Summary: Get pondless waterfall maintenance tips including algae control, fauna, flora, and water loss.
Tags: pondless waterfall maintenance, maintaining pondless waterfall, pondless waterfall upkeep
Pondless waterfall maintenance is easy due to the fact that the pondless waterfall is practically maintenance free. Pondless waterfalls do not require a lot of the maintenance as opposed to what would be required to maintain a waterfall with a pond, especially one with fish. Minimal maintenance may be needed from time to time if something goes wrong or needs cleaning.
Because the water is constantly moving and is not lying stagnant, there should be no chance for algae to grow. If algae growth does occur and accumulate over time enough to be noticeable, then the water can be treated monthly with an algae control product for ponds or until the problem clears up.
Live fish should not be placed in a pondless waterfall as there is no place for them to swim and they would swim into the pump that circulates the water back to the top of the fall. Fish would therefore not survive long in a pondless waterfall. This actually makes the pondless waterfall more maintenance-free than one with a pond with fish that must be fed and which would necessitate having the water treated to deal with fish waste products. However, birds and other small wildlife will be attracted to the waterfall, making it enriching and educational as well as more enjoyable.
Some aquatic plants or other green plants can be added to the edges of the waterfall and around and even in the stream bed to enhance its beauty. If these are present, they will have to be cared for regularly as if they were in a pond. That means dead leaves and stems should be removed periodically. Unwanted growth such as weeds may also have to be removed.
If the automatic fill valve is working correctly, there should be no need to add water to the waterfall system. If the fill valve is not working, it should be repaired or replaced. A leak in or around the edge of the liner could cause water loss. So could splashing of water out of the waterfall. Evaporation from long periods of dry weather or in a dry climate could cause more evaporation of the water from the system. If for some reason there is a noticeable amount of water loss, water can be added with a garden hose.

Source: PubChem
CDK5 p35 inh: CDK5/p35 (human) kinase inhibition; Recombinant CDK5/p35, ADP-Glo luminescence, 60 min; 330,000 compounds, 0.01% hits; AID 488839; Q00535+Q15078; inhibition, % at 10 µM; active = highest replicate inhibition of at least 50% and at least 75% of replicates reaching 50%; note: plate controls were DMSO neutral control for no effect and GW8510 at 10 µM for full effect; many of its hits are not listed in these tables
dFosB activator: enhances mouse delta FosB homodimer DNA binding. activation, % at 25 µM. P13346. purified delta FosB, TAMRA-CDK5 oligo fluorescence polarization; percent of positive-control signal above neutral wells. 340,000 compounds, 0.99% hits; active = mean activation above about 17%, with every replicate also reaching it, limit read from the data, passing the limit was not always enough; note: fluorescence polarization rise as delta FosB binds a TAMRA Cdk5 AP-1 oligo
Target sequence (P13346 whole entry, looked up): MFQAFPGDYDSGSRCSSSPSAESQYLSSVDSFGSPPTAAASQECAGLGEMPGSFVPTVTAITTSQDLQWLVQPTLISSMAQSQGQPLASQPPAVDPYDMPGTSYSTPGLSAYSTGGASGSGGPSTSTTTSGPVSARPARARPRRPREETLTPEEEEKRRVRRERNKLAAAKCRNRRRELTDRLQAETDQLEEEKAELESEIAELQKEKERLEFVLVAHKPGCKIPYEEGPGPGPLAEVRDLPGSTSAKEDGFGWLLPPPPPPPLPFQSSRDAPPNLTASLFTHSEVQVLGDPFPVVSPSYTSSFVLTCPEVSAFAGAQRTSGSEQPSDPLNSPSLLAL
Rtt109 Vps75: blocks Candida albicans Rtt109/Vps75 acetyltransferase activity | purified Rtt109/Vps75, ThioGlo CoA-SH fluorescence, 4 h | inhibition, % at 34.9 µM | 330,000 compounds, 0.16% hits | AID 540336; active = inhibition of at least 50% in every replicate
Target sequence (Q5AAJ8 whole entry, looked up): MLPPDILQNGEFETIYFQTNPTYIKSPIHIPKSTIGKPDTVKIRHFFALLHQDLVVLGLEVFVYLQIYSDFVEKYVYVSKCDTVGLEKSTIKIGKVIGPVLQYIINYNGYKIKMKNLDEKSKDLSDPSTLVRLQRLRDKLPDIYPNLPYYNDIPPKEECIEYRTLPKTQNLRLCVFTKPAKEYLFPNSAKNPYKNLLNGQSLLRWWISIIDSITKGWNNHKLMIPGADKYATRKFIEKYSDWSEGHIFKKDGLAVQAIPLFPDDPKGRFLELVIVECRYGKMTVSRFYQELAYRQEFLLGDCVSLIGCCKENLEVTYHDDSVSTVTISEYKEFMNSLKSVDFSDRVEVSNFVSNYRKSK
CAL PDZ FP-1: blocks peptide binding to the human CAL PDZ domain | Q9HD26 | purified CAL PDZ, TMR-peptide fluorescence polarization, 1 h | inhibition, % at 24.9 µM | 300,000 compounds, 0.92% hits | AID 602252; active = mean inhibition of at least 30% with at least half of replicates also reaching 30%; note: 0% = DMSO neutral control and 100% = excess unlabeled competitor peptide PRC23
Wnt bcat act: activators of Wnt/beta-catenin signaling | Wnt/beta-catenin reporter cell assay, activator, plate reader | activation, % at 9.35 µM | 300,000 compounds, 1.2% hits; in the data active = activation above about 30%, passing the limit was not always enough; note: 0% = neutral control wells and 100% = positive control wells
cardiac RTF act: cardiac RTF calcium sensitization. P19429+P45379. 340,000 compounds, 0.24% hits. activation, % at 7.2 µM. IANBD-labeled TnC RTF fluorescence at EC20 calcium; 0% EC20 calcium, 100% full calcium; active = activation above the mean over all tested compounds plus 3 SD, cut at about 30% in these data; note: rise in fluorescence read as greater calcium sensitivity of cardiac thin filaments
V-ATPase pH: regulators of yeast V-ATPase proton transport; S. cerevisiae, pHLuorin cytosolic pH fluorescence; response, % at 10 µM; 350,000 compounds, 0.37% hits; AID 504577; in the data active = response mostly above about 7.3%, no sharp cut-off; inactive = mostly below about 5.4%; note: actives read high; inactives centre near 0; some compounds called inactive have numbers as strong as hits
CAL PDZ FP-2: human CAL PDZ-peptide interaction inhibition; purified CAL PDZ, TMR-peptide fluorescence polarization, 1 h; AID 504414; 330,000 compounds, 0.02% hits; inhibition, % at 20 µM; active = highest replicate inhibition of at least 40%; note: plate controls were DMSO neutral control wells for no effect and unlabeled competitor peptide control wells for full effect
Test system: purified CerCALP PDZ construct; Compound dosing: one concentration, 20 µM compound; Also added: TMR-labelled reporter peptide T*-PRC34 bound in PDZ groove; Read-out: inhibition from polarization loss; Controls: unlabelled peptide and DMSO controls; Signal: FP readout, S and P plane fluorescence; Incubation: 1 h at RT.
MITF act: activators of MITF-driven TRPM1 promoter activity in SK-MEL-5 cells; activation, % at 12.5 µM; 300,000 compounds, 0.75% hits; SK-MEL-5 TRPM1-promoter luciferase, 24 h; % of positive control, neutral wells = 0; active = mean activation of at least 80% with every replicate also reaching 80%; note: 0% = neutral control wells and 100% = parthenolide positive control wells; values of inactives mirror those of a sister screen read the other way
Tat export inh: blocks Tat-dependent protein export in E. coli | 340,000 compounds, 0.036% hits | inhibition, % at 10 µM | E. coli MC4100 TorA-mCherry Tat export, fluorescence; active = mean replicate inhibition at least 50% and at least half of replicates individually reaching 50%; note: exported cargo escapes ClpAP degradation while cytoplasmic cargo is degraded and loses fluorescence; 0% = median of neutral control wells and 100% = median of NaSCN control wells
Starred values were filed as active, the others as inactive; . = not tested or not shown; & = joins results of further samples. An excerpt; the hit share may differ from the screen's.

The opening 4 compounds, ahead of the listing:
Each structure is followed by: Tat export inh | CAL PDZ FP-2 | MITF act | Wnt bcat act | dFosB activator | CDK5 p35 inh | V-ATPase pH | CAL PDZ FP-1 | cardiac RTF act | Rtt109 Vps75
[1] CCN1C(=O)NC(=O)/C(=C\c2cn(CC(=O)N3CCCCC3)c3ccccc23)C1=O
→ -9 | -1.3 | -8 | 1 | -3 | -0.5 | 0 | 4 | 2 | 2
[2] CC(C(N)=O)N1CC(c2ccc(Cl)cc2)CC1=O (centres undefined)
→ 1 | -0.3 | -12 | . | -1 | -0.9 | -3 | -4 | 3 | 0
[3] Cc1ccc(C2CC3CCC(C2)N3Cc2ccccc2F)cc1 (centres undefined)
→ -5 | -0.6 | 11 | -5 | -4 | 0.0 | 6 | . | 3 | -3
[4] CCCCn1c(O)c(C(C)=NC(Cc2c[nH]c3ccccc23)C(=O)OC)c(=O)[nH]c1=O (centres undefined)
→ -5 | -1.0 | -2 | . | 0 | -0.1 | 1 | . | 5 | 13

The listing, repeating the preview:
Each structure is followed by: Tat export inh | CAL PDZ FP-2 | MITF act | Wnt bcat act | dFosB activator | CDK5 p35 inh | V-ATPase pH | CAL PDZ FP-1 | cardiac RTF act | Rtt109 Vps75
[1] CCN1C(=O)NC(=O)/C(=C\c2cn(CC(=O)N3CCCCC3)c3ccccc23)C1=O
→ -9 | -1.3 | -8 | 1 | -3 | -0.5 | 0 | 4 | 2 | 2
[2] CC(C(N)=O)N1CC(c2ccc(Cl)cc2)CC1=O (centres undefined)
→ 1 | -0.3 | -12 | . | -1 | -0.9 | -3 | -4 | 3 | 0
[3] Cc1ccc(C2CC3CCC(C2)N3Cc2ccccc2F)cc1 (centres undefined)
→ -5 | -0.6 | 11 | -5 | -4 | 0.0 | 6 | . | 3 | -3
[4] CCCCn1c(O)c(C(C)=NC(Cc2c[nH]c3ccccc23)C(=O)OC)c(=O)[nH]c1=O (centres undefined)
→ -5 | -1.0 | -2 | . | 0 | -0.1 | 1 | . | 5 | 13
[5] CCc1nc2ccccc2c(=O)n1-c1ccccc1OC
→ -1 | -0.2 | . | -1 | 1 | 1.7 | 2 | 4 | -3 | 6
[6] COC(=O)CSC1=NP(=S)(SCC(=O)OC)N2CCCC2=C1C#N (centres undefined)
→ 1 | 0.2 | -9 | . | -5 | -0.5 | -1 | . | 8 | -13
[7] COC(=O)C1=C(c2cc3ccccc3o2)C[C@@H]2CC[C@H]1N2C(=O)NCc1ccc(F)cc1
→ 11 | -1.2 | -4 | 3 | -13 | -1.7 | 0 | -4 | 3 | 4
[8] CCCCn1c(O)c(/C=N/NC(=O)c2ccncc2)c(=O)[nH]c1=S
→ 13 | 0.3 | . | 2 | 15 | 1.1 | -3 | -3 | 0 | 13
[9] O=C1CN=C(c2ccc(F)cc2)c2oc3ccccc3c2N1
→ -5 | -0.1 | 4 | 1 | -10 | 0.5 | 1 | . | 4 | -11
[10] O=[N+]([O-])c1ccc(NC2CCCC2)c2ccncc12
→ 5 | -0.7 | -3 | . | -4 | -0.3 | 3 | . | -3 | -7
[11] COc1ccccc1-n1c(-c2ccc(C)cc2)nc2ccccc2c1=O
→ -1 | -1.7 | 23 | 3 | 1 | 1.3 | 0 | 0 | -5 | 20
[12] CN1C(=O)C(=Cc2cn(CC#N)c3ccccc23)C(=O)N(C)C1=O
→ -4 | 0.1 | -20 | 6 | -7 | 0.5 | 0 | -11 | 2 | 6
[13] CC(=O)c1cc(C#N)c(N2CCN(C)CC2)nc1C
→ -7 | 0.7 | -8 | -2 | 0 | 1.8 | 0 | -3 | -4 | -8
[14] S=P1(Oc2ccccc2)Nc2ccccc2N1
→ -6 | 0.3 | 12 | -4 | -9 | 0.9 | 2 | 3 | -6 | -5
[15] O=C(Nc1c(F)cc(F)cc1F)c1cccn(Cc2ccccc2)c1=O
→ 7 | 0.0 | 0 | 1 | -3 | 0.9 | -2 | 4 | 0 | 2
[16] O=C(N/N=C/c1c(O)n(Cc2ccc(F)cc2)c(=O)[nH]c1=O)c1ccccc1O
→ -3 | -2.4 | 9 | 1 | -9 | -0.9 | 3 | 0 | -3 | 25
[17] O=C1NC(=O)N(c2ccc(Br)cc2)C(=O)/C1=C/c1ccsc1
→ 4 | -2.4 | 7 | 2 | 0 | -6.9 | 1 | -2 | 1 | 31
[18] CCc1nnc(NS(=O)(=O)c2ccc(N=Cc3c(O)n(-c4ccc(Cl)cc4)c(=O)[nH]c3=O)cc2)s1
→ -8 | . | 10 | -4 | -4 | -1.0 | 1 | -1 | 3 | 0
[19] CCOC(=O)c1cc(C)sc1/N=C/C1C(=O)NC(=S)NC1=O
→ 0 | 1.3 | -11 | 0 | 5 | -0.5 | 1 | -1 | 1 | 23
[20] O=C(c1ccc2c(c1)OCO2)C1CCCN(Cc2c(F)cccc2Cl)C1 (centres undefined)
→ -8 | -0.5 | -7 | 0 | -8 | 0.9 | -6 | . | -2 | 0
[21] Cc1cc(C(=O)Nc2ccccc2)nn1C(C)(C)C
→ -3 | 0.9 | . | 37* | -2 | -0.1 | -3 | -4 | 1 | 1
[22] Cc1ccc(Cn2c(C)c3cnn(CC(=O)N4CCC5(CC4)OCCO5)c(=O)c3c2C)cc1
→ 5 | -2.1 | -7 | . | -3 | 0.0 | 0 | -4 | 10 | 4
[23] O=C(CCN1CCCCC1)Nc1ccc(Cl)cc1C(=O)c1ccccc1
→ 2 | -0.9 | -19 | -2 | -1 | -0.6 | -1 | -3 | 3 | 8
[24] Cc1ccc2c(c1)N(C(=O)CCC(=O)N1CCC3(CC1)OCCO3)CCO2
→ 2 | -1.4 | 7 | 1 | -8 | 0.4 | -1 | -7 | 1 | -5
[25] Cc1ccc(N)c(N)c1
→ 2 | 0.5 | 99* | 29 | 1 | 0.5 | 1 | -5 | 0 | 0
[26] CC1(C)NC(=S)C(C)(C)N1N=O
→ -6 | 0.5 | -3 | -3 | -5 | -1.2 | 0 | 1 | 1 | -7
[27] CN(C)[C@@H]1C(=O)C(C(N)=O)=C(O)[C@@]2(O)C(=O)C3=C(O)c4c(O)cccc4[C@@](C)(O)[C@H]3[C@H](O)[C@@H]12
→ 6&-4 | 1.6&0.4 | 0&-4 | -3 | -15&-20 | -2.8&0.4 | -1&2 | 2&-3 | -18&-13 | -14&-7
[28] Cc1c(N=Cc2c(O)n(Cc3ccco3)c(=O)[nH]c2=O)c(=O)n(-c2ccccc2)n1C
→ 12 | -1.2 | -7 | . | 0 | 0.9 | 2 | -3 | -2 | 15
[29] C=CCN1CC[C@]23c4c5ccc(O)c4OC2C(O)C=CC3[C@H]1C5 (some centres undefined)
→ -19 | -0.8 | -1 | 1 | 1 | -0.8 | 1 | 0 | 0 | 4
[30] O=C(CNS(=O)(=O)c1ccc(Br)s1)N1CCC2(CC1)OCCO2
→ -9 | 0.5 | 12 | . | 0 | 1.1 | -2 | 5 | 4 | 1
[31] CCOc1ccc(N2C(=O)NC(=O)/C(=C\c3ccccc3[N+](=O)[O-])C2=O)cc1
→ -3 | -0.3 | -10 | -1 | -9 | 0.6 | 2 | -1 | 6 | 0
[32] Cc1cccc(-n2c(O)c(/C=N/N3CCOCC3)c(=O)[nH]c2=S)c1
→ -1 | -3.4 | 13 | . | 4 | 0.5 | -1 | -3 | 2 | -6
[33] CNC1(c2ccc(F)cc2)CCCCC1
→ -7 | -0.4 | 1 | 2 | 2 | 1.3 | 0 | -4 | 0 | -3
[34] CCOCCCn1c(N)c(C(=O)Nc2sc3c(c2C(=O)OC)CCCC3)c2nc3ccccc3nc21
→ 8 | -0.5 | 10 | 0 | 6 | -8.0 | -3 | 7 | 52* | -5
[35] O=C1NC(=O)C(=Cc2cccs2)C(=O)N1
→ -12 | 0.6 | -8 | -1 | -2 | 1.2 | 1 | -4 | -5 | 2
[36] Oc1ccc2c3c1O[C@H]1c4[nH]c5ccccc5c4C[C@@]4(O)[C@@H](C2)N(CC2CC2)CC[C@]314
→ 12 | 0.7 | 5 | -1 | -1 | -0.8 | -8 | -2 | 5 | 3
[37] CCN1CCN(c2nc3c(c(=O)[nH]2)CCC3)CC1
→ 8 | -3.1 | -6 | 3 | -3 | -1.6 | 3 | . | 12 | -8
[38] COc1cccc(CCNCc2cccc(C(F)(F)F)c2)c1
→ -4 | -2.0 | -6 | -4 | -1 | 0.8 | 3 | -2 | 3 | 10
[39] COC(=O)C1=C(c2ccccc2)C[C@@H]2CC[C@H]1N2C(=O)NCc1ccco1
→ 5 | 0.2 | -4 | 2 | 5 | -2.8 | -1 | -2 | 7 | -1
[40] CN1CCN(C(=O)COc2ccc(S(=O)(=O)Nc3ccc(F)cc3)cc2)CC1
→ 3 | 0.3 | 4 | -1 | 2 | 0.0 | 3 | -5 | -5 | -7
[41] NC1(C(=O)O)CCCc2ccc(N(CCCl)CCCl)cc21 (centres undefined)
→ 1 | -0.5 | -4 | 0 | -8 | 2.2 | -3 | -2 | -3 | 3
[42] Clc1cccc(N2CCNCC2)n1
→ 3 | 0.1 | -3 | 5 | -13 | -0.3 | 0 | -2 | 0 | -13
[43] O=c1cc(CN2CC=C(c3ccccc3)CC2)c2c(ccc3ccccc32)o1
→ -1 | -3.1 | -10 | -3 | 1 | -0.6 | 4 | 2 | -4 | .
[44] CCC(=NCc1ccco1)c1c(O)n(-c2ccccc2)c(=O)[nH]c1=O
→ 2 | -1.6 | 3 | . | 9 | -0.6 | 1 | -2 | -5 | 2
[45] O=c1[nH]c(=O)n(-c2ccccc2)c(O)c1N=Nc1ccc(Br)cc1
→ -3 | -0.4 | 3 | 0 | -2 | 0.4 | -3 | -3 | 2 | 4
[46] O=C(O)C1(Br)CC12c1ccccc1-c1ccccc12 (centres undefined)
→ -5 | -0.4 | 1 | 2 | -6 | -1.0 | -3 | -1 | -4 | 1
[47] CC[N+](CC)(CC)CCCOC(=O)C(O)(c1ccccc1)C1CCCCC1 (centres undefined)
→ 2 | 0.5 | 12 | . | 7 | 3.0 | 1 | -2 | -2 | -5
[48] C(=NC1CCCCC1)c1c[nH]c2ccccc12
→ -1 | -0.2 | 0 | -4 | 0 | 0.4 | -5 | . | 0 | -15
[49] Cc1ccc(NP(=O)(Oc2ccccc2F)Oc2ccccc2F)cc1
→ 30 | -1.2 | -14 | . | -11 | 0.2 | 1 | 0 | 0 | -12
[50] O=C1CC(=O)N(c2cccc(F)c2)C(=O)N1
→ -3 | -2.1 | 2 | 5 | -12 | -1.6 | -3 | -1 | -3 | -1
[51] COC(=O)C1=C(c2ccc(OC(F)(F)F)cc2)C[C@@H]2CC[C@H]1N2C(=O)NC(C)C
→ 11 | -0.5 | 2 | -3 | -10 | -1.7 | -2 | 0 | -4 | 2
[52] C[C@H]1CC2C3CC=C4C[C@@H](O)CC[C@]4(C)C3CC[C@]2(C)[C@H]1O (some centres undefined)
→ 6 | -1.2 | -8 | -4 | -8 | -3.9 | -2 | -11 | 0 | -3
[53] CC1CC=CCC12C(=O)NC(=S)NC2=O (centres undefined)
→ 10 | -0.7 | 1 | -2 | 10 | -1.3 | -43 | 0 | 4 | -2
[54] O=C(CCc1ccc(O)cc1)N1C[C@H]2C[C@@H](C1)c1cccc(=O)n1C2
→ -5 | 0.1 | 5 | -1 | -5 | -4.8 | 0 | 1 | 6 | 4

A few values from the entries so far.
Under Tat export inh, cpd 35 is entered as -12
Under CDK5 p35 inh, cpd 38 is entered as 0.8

If the water becomes muddy, the water could be drained and the system flushed out with clean water. A filter might be desirable if this happens; however, normally this would not be necessary to keep the water clean since it is constantly being recirculated. Also make sure the equipment is working properly.
The pump does not have to run 24 hours a day. Electricity can be saved as well as wear and tear on the pump by turning the waterfall off part of the day with a timer or a remote control switch. The waterfall can also be turned off during long periods of absence, such as when travelling. The pump can also be turned off during the fall and winter when it is too cold to sit outside and enjoy.
Leaves and other debris. This will probably only need to be cleaned out once a year. This can be done when the waterfall is turned off for the winter. When the waterfall is drained and dry, the leaves can be blown away with a leaf blower. If a lot of leaves fall in the waterfall, they can be raked out carefully when the yard is raked.
This should not be a problem as long as everything is working properly.
You need only do what is necessary to keep the pump, piping, and other equipment of the waterfall in good repair and unclogged. If any of these is seriously damaged, clogged, not working or wears out, it will have to be dug up and fixed or replaced, but that is rare and would be a major project.